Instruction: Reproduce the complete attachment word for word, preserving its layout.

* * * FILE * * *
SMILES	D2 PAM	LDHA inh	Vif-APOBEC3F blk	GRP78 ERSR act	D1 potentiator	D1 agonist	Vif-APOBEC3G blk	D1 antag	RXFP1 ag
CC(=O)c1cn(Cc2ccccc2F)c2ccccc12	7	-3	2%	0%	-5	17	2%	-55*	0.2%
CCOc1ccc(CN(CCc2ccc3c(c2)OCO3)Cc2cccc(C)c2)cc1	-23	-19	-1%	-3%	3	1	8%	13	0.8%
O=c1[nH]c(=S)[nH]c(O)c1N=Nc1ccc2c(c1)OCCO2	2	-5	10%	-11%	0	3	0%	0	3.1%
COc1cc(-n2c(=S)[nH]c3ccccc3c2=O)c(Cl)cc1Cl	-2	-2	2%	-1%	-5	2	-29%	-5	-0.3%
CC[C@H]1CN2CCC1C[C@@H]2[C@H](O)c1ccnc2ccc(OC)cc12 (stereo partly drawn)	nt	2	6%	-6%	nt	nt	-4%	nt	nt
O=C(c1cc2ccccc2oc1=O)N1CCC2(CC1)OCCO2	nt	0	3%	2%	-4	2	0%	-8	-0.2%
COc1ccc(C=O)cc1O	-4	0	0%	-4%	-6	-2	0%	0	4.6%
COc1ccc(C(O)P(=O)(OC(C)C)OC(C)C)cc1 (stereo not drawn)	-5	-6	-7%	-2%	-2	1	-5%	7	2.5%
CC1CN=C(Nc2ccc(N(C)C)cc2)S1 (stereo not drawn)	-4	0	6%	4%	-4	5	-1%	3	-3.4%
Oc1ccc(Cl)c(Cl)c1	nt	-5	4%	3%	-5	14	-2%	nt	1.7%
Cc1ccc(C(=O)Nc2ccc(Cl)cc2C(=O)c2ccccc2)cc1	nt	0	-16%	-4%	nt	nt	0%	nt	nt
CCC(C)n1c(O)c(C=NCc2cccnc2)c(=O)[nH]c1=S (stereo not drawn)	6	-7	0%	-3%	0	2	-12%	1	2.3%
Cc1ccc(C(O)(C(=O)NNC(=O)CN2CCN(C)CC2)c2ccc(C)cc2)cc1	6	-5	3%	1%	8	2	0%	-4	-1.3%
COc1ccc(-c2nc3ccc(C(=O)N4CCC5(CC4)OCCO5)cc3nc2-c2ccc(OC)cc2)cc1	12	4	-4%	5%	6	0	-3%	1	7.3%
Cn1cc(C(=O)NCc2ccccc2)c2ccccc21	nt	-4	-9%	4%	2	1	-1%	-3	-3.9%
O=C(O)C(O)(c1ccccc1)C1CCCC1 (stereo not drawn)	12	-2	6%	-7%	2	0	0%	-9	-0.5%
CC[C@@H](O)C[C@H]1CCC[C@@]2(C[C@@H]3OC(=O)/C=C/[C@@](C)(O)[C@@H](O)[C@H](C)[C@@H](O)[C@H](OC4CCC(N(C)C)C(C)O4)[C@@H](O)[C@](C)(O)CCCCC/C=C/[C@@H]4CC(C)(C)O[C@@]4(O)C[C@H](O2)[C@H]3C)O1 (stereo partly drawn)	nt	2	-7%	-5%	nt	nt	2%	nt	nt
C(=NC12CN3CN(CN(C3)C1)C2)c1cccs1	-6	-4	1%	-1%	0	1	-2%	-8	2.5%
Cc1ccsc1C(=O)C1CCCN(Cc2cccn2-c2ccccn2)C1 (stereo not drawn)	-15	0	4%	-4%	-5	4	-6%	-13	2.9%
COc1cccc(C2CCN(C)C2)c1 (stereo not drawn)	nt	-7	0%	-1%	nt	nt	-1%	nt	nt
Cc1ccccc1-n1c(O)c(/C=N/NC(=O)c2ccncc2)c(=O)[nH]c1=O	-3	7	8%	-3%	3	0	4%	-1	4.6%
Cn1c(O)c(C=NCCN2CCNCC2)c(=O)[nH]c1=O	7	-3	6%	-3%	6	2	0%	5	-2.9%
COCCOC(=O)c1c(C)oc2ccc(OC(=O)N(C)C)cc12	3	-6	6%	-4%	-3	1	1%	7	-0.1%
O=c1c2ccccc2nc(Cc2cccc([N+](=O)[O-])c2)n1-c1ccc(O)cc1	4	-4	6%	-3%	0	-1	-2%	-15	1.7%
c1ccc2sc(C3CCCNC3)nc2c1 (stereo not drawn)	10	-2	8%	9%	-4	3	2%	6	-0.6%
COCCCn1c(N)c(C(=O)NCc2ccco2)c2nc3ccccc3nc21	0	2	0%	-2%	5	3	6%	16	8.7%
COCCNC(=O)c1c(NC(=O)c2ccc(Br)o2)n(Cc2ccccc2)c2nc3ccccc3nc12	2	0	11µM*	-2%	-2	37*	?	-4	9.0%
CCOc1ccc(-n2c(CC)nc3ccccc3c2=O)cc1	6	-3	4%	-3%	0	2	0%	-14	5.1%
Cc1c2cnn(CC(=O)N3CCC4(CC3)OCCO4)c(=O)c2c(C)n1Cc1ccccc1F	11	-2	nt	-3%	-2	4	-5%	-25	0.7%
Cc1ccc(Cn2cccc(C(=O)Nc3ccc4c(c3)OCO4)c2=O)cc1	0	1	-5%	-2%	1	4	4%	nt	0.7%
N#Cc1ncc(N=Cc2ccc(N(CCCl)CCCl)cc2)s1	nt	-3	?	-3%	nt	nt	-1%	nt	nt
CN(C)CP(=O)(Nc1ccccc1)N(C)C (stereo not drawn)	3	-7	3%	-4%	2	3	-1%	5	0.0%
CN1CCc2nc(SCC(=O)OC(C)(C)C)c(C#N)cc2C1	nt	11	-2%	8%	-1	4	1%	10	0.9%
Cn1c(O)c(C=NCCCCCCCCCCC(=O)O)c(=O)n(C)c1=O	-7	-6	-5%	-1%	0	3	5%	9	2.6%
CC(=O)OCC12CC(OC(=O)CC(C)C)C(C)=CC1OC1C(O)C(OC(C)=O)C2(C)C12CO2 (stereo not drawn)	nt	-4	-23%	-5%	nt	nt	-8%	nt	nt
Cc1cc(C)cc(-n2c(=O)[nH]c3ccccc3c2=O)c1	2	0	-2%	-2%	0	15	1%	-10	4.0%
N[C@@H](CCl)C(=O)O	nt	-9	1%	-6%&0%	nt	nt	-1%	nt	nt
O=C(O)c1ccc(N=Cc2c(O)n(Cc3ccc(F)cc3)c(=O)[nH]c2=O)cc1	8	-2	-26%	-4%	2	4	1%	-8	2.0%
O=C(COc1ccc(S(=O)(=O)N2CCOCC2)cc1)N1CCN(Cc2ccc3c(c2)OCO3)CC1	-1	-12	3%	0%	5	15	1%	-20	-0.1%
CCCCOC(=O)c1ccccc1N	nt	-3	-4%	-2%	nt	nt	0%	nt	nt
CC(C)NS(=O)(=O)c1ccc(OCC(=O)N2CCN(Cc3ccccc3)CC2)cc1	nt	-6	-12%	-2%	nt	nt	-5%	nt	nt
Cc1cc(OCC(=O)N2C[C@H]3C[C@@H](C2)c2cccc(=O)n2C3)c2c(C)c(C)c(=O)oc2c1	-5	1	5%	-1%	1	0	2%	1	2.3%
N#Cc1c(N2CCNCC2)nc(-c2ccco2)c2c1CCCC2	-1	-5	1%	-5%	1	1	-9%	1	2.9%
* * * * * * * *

SMILES	D2 PAM	LDHA inh	Vif-APOBEC3F blk	GRP78 ERSR act	D1 potentiator	D1 agonist	Vif-APOBEC3G blk	D1 antag	RXFP1 ag
CC(=O)c1cn(Cc2ccccc2F)c2ccccc12	7	-3	2%	0%	-5	17	2%	-55*	0.2%
CCOc1ccc(CN(CCc2ccc3c(c2)OCO3)Cc2cccc(C)c2)cc1	-23	-19	-1%	-3%	3	1	8%	13	0.8%
O=c1[nH]c(=S)[nH]c(O)c1N=Nc1ccc2c(c1)OCCO2	2	-5	10%	-11%	0	3	0%	0	3.1%
COc1cc(-n2c(=S)[nH]c3ccccc3c2=O)c(Cl)cc1Cl	-2	-2	2%	-1%	-5	2	-29%	-5	-0.3%
CC[C@H]1CN2CCC1C[C@@H]2[C@H](O)c1ccnc2ccc(OC)cc12 (stereo partly drawn)	nt	2	6%	-6%	nt	nt	-4%	nt	nt
O=C(c1cc2ccccc2oc1=O)N1CCC2(CC1)OCCO2	nt	0	3%	2%	-4	2	0%	-8	-0.2%
COc1ccc(C=O)cc1O	-4	0	0%	-4%	-6	-2	0%	0	4.6%
COc1ccc(C(O)P(=O)(OC(C)C)OC(C)C)cc1 (stereo not drawn)	-5	-6	-7%	-2%	-2	1	-5%	7	2.5%
CC1CN=C(Nc2ccc(N(C)C)cc2)S1 (stereo not drawn)	-4	0	6%	4%	-4	5	-1%	3	-3.4%
Oc1ccc(Cl)c(Cl)c1	nt	-5	4%	3%	-5	14	-2%	nt	1.7%
Cc1ccc(C(=O)Nc2ccc(Cl)cc2C(=O)c2ccccc2)cc1	nt	0	-16%	-4%	nt	nt	0%	nt	nt
CCC(C)n1c(O)c(C=NCc2cccnc2)c(=O)[nH]c1=S (stereo not drawn)	6	-7	0%	-3%	0	2	-12%	1	2.3%
Cc1ccc(C(O)(C(=O)NNC(=O)CN2CCN(C)CC2)c2ccc(C)cc2)cc1	6	-5	3%	1%	8	2	0%	-4	-1.3%
COc1ccc(-c2nc3ccc(C(=O)N4CCC5(CC4)OCCO5)cc3nc2-c2ccc(OC)cc2)cc1	12	4	-4%	5%	6	0	-3%	1	7.3%
Cn1cc(C(=O)NCc2ccccc2)c2ccccc21	nt	-4	-9%	4%	2	1	-1%	-3	-3.9%
O=C(O)C(O)(c1ccccc1)C1CCCC1 (stereo not drawn)	12	-2	6%	-7%	2	0	0%	-9	-0.5%
CC[C@@H](O)C[C@H]1CCC[C@@]2(C[C@@H]3OC(=O)/C=C/[C@@](C)(O)[C@@H](O)[C@H](C)[C@@H](O)[C@H](OC4CCC(N(C)C)C(C)O4)[C@@H](O)[C@](C)(O)CCCCC/C=C/[C@@H]4CC(C)(C)O[C@@]4(O)C[C@H](O2)[C@H]3C)O1 (stereo partly drawn)	nt	2	-7%	-5%	nt	nt	2%	nt	nt
C(=NC12CN3CN(CN(C3)C1)C2)c1cccs1	-6	-4	1%	-1%	0	1	-2%	-8	2.5%
Cc1ccsc1C(=O)C1CCCN(Cc2cccn2-c2ccccn2)C1 (stereo not drawn)	-15	0	4%	-4%	-5	4	-6%	-13	2.9%
COc1cccc(C2CCN(C)C2)c1 (stereo not drawn)	nt	-7	0%	-1%	nt	nt	-1%	nt	nt
Cc1ccccc1-n1c(O)c(/C=N/NC(=O)c2ccncc2)c(=O)[nH]c1=O	-3	7	8%	-3%	3	0	4%	-1	4.6%
Cn1c(O)c(C=NCCN2CCNCC2)c(=O)[nH]c1=O	7	-3	6%	-3%	6	2	0%	5	-2.9%
COCCOC(=O)c1c(C)oc2ccc(OC(=O)N(C)C)cc12	3	-6	6%	-4%	-3	1	1%	7	-0.1%
O=c1c2ccccc2nc(Cc2cccc([N+](=O)[O-])c2)n1-c1ccc(O)cc1	4	-4	6%	-3%	0	-1	-2%	-15	1.7%
c1ccc2sc(C3CCCNC3)nc2c1 (stereo not drawn)	10	-2	8%	9%	-4	3	2%	6	-0.6%
COCCCn1c(N)c(C(=O)NCc2ccco2)c2nc3ccccc3nc21	0	2	0%	-2%	5	3	6%	16	8.7%
COCCNC(=O)c1c(NC(=O)c2ccc(Br)o2)n(Cc2ccccc2)c2nc3ccccc3nc12	2	0	11µM*	-2%	-2	37*	?	-4	9.0%
CCOc1ccc(-n2c(CC)nc3ccccc3c2=O)cc1	6	-3	4%	-3%	0	2	0%	-14	5.1%
Cc1c2cnn(CC(=O)N3CCC4(CC3)OCCO4)c(=O)c2c(C)n1Cc1ccccc1F	11	-2	nt	-3%	-2	4	-5%	-25	0.7%
Cc1ccc(Cn2cccc(C(=O)Nc3ccc4c(c3)OCO4)c2=O)cc1	0	1	-5%	-2%	1	4	4%	nt	0.7%
N#Cc1ncc(N=Cc2ccc(N(CCCl)CCCl)cc2)s1	nt	-3	?	-3%	nt	nt	-1%	nt	nt
CN(C)CP(=O)(Nc1ccccc1)N(C)C (stereo not drawn)	3	-7	3%	-4%	2	3	-1%	5	0.0%
CN1CCc2nc(SCC(=O)OC(C)(C)C)c(C#N)cc2C1	nt	11	-2%	8%	-1	4	1%	10	0.9%
Cn1c(O)c(C=NCCCCCCCCCCC(=O)O)c(=O)n(C)c1=O	-7	-6	-5%	-1%	0	3	5%	9	2.6%
CC(=O)OCC12CC(OC(=O)CC(C)C)C(C)=CC1OC1C(O)C(OC(C)=O)C2(C)C12CO2 (stereo not drawn)	nt	-4	-23%	-5%	nt	nt	-8%	nt	nt
Cc1cc(C)cc(-n2c(=O)[nH]c3ccccc3c2=O)c1	2	0	-2%	-2%	0	15	1%	-10	4.0%
N[C@@H](CCl)C(=O)O	nt	-9	1%	-6%&0%	nt	nt	-1%	nt	nt
O=C(O)c1ccc(N=Cc2c(O)n(Cc3ccc(F)cc3)c(=O)[nH]c2=O)cc1	8	-2	-26%	-4%	2	4	1%	-8	2.0%
O=C(COc1ccc(S(=O)(=O)N2CCOCC2)cc1)N1CCN(Cc2ccc3c(c2)OCO3)CC1	-1	-12	3%	0%	5	15	1%	-20	-0.1%
CCCCOC(=O)c1ccccc1N	nt	-3	-4%	-2%	nt	nt	0%	nt	nt
CC(C)NS(=O)(=O)c1ccc(OCC(=O)N2CCN(Cc3ccccc3)CC2)cc1	nt	-6	-12%	-2%	nt	nt	-5%	nt	nt
Cc1cc(OCC(=O)N2C[C@H]3C[C@@H](C2)c2cccc(=O)n2C3)c2c(C)c(C)c(=O)oc2c1	-5	1	5%	-1%	1	0	2%	1	2.3%
N#Cc1c(N2CCNCC2)nc(-c2ccco2)c2c1CCCC2	-1	-5	1%	-5%	1	1	-9%	1	2.9%